Saturday, October 25, 2008

In which Milan Lucic makes another appearance...

The Red Sox may be done for the year, but the Bruins are just beginning. Second year winger, Milan Lucic, is fast becoming a fan favorite here. Here's yet another reason why...(and once again, more intelligent, and less violent, blogging will resume shortly)

UPDATE: As if on cue, Lucic scored his first career hat trick in a win over Atlanta this weekend just hours after I mentioned to my brothers that it would be great if he could combine his hard hits (and fists) with more goals, a la Cam Neely.

Wednesday, October 22, 2008

Symposium on Marine Renewable Energy

Here's an interesting event taking place on campus this week (that I just found out about) - the 7th Marine Law Symposium on Thursday and Friday, Oct. 23 and 24, will focus on developing a framework for off-shore renewable energy.

This month, developing that framework will be the focal point when domestic and international scientists, business leaders and policymakers – including U.S. Senators Jack Reed and Sheldon Whitehouse, Rhode Island Gov. Donald Carcieri and a host of others – converge at Roger Williams University on Oct. 23-24 to find real-world solutions for tackling the legal, economic and policy challenges of the nascent marine renewable energy industry.

At the law school’s 7th Marine Law Symposium, this cross-disciplinary gathering of experts will grapple with the “how” of developing offshore energy resources, addressing concrete ways to support the burgeoning marine renewable energy business market, while attempting to reconcile a tangle of local, state, federal and public interest needs related to the protection, conservation and management of valuable marine resources.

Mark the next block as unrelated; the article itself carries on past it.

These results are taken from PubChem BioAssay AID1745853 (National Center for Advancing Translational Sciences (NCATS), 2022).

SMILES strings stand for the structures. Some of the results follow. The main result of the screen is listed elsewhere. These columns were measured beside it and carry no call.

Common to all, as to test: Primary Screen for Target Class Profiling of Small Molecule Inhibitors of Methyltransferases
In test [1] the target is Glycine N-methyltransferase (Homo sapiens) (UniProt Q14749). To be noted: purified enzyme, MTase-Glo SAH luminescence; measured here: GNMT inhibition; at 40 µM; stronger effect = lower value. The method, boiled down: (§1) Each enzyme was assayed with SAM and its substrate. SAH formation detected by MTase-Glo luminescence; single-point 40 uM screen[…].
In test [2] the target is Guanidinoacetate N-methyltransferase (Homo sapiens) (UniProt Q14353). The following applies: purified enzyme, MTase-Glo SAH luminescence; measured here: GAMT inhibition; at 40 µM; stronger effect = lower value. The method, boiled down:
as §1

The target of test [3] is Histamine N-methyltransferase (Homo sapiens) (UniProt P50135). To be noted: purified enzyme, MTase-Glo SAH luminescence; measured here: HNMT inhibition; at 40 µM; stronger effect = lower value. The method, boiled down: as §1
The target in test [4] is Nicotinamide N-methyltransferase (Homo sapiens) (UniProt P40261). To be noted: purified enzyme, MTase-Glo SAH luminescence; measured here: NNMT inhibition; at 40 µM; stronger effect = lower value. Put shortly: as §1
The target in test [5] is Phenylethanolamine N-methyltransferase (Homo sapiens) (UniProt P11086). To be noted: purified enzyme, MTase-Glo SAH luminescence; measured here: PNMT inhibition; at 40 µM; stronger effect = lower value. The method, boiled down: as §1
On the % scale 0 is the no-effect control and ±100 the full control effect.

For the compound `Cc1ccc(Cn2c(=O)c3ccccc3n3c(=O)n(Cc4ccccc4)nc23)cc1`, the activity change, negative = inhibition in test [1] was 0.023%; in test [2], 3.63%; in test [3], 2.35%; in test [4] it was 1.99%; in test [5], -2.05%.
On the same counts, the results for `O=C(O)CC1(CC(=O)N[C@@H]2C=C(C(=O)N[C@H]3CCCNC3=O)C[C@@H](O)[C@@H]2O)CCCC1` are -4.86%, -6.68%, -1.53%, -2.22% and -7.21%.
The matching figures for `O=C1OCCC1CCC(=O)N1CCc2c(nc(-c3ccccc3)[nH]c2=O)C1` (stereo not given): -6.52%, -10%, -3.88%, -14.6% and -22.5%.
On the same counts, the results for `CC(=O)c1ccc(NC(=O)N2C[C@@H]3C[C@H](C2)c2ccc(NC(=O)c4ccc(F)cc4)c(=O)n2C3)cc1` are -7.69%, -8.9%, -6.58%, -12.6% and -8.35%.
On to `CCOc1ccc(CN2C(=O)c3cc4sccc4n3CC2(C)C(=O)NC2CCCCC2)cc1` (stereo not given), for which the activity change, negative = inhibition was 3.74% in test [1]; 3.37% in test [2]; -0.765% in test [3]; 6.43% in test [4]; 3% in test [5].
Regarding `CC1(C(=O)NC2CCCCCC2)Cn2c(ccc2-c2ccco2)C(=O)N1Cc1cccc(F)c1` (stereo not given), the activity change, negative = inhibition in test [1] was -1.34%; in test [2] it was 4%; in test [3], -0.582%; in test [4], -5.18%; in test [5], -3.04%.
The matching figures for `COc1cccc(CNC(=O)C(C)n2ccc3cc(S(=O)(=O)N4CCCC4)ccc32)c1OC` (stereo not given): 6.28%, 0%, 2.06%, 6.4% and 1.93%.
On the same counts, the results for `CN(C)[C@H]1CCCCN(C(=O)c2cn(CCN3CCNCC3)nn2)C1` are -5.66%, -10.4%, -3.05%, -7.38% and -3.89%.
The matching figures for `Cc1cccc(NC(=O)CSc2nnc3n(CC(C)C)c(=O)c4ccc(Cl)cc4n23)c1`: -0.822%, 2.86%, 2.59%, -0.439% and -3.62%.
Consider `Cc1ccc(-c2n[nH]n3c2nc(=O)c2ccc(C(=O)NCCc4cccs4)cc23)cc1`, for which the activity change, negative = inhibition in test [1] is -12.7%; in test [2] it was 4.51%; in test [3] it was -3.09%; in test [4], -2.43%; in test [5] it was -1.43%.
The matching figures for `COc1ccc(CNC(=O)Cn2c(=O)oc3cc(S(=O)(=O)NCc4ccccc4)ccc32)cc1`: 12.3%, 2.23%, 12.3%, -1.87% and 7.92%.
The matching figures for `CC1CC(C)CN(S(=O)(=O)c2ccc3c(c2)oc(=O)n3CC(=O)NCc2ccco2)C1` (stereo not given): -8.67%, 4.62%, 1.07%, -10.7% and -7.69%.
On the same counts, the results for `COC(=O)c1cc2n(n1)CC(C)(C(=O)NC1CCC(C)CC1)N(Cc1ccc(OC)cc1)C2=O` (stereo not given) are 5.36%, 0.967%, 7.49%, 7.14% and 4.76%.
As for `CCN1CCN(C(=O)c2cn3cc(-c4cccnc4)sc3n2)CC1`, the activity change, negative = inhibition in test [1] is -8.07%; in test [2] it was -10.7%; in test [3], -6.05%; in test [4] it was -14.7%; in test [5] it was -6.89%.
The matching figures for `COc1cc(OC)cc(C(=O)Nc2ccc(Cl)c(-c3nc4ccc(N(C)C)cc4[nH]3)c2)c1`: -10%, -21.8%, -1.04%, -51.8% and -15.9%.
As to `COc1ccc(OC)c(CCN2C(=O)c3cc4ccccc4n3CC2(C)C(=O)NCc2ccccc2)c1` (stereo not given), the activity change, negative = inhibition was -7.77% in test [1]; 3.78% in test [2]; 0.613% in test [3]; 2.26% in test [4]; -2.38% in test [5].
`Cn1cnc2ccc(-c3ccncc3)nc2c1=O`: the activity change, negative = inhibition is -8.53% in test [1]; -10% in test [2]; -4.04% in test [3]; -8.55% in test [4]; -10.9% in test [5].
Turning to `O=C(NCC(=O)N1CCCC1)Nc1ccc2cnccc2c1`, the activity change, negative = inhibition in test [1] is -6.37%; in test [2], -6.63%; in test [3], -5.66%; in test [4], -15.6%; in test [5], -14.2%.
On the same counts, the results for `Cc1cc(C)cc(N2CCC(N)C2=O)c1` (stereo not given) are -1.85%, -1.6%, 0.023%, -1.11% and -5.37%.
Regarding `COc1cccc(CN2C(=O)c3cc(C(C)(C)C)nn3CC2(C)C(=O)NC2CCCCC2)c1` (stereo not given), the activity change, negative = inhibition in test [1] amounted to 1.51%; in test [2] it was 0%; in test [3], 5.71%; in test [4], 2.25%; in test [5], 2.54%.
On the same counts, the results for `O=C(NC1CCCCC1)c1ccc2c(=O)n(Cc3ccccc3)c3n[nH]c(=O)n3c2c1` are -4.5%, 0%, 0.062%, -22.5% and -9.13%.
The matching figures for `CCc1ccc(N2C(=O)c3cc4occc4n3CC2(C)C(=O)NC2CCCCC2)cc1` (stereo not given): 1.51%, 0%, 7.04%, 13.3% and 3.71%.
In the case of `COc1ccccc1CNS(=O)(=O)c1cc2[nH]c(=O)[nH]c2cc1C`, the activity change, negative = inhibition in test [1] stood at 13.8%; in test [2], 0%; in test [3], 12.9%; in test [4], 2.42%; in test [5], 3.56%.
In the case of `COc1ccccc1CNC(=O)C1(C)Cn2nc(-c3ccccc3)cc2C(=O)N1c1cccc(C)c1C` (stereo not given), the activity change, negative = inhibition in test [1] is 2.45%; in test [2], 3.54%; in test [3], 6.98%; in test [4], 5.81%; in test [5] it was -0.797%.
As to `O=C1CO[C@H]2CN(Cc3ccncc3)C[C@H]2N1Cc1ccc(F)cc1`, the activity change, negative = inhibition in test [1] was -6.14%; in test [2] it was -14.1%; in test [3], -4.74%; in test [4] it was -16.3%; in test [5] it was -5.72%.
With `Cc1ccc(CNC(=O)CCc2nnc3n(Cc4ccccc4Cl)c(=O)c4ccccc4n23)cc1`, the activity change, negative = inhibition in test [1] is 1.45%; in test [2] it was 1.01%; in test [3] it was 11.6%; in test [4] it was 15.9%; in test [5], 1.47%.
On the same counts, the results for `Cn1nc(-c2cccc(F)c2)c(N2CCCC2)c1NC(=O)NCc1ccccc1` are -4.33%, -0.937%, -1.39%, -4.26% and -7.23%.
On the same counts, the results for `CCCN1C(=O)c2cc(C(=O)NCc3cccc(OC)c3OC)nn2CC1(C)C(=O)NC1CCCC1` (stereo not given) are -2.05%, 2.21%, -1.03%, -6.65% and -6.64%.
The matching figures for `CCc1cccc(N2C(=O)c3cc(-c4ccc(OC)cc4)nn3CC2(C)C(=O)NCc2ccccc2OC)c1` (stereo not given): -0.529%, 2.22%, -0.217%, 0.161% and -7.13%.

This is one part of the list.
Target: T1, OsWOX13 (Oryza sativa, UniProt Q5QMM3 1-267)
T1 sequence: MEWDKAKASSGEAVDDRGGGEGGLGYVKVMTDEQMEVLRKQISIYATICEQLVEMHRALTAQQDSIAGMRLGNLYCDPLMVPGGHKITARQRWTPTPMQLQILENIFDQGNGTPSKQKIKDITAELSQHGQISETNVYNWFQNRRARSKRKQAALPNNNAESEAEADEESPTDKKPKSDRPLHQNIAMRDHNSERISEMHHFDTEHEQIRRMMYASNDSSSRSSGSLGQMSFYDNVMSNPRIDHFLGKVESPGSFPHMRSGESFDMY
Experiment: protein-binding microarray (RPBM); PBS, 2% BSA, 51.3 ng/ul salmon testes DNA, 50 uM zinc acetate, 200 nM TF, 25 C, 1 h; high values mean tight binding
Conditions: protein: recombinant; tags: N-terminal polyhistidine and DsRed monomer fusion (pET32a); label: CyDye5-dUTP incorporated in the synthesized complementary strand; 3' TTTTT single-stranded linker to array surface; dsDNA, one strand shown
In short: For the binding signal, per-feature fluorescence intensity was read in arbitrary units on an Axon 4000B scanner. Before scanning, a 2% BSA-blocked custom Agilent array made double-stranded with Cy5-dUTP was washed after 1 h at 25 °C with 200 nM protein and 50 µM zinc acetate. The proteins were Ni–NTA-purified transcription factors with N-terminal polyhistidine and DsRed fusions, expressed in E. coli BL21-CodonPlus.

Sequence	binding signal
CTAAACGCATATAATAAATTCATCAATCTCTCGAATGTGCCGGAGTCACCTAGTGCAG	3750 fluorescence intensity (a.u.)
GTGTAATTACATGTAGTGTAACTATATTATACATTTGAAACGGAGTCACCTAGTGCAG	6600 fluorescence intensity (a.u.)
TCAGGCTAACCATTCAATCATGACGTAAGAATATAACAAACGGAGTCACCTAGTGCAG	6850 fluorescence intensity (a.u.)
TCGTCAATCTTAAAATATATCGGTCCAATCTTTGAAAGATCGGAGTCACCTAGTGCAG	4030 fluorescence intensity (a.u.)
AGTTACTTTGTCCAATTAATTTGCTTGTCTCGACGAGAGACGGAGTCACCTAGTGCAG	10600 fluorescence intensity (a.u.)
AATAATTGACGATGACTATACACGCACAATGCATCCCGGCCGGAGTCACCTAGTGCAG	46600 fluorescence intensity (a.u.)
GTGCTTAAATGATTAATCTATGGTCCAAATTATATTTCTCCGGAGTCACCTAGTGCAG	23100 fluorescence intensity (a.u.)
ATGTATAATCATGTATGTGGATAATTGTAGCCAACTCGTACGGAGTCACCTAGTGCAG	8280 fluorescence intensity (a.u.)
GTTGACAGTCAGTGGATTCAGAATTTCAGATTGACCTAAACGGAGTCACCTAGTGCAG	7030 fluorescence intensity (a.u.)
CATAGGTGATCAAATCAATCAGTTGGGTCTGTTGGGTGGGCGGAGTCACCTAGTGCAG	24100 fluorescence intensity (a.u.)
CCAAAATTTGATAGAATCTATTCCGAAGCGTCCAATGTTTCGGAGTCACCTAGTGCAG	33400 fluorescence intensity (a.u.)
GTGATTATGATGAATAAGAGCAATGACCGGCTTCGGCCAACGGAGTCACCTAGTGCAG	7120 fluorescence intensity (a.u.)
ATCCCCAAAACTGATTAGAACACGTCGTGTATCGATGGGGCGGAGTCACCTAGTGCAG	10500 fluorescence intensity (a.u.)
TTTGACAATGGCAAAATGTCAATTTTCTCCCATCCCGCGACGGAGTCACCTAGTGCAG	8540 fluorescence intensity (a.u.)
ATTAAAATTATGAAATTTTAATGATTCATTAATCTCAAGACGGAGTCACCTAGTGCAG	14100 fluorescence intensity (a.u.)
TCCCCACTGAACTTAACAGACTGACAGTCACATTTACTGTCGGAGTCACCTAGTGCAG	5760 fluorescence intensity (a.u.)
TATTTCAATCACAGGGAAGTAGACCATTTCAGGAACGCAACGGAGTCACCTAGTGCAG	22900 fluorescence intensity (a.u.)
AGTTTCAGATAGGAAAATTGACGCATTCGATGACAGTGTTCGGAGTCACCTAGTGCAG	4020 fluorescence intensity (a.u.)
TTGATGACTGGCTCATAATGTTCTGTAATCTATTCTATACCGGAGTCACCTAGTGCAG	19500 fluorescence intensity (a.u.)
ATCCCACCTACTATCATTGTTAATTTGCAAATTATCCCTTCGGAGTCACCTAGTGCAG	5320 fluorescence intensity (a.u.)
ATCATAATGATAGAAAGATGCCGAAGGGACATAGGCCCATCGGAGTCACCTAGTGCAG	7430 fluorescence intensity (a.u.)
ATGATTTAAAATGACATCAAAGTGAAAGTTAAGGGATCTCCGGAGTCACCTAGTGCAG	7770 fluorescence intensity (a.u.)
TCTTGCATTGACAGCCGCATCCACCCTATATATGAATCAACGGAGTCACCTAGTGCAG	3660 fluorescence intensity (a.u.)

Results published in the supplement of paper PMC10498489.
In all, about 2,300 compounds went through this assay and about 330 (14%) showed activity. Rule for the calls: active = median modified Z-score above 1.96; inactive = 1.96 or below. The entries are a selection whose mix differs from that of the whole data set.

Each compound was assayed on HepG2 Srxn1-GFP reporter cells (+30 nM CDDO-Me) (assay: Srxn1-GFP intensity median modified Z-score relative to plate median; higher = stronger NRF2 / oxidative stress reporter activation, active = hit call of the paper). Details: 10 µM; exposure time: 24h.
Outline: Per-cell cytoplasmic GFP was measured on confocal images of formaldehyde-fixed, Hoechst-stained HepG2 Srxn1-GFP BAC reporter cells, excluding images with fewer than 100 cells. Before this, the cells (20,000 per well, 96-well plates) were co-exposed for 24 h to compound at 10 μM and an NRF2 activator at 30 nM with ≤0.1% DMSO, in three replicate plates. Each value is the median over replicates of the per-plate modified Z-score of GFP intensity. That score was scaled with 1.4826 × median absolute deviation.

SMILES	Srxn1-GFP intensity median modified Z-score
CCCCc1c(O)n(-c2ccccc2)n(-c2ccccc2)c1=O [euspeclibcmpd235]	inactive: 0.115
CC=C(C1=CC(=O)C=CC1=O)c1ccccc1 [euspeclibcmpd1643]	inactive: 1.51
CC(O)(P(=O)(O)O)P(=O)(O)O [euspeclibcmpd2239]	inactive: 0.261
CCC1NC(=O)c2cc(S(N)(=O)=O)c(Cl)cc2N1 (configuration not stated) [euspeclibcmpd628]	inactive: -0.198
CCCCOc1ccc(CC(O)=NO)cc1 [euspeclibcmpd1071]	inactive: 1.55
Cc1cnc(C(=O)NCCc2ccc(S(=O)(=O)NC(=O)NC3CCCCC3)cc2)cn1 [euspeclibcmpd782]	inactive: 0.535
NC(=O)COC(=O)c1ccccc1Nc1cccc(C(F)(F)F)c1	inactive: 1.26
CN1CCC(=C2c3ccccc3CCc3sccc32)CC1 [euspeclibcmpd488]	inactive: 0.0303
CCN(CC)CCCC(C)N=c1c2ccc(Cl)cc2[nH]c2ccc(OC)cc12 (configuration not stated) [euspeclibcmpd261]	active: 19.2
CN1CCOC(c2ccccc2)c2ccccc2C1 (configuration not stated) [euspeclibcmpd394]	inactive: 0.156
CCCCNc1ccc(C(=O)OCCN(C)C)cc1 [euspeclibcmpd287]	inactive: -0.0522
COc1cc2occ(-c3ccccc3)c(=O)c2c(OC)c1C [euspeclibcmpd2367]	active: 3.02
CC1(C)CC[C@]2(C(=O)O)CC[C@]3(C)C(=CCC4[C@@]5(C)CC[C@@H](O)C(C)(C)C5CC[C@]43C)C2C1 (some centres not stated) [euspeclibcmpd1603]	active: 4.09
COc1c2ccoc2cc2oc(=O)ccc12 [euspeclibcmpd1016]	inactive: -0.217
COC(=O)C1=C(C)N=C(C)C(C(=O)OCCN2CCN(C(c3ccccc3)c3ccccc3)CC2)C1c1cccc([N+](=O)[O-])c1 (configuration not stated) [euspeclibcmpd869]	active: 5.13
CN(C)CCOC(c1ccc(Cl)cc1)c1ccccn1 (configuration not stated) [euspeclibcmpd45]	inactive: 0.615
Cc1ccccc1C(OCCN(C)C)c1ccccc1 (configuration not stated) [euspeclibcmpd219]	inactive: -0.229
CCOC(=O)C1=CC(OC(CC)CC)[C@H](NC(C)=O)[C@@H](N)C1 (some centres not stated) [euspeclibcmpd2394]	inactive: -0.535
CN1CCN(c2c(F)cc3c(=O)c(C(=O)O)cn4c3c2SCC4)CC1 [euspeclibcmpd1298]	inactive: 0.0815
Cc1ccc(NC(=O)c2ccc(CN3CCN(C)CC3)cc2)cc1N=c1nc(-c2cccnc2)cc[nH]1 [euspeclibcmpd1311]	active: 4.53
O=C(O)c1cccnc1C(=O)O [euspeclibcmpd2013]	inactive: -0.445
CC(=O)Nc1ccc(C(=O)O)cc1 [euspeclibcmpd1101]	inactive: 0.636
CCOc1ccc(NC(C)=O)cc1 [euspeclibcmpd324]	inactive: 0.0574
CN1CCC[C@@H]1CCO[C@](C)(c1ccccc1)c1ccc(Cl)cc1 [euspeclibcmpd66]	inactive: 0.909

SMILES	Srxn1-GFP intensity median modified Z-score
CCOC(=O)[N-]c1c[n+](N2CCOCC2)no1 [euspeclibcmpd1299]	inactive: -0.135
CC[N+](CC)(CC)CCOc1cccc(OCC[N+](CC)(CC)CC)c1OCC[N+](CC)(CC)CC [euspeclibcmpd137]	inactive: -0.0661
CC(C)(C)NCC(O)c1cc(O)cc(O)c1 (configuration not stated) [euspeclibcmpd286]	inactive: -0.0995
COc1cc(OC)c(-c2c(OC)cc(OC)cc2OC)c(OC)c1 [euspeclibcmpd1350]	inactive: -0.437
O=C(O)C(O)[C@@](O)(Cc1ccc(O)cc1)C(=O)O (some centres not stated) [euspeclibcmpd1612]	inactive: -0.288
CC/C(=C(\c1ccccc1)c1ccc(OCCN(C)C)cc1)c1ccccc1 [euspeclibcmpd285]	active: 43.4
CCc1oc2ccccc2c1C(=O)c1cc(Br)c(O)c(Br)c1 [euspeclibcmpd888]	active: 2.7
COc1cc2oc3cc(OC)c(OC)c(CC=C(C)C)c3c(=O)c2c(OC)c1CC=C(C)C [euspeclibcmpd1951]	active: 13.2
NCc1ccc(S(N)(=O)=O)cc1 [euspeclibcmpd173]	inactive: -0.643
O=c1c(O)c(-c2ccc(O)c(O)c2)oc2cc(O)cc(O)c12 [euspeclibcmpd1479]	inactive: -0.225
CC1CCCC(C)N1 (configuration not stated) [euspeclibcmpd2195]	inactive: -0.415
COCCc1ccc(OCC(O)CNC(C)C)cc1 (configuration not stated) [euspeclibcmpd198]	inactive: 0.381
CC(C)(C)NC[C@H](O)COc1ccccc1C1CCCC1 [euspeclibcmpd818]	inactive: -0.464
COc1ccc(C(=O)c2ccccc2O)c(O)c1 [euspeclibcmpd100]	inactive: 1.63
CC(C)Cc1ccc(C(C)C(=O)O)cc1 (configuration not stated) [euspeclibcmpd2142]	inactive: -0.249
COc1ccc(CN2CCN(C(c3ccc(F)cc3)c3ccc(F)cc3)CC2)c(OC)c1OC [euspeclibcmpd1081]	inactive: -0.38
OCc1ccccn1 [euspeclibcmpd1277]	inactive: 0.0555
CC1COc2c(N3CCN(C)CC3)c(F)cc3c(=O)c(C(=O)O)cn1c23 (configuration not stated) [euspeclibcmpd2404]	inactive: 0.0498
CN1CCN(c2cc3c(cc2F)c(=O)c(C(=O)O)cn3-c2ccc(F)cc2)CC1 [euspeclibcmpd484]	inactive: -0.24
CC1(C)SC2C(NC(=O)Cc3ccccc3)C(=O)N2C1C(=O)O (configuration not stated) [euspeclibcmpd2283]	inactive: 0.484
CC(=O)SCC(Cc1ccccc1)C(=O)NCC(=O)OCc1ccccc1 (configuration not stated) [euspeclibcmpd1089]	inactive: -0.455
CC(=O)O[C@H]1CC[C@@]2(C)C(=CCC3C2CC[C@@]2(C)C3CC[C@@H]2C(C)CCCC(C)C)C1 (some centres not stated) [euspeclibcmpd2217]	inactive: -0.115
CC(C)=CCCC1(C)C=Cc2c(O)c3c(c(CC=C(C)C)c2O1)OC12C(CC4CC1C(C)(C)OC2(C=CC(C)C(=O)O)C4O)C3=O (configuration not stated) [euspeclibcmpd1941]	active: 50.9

Although registration for the event is closed, it is going to be streamed live at mms:// and apparently there is going to be some live blogging of the event.

Perhaps I'm not in the loop as much as I would like to be, but I'm amazed that I didn't hear about this event until today. In fact, the only reason I heard of it at all is because an email went out to everyone concerning the parking ban in effect for the event! In any case, this is an important topic, especially for coastal areas, so hopefully something good comes of the symposium.

Saturday, October 18, 2008

Oldest flying insect...

...found about 10 minutes from my house! How cool is that?

Friday, October 17, 2008

Friday Dial Stopper - ALCS edition

In honor of that improbable Game 5 win...

(see here for the background on this song)

Thursday, October 16, 2008

It's all woo to me

I got an email today via the "All-Faculty" listserv inviting everyone to the Fall Faculty Lecture. The lecture's title is "Eggtopia". Here's the complete description that came in the email: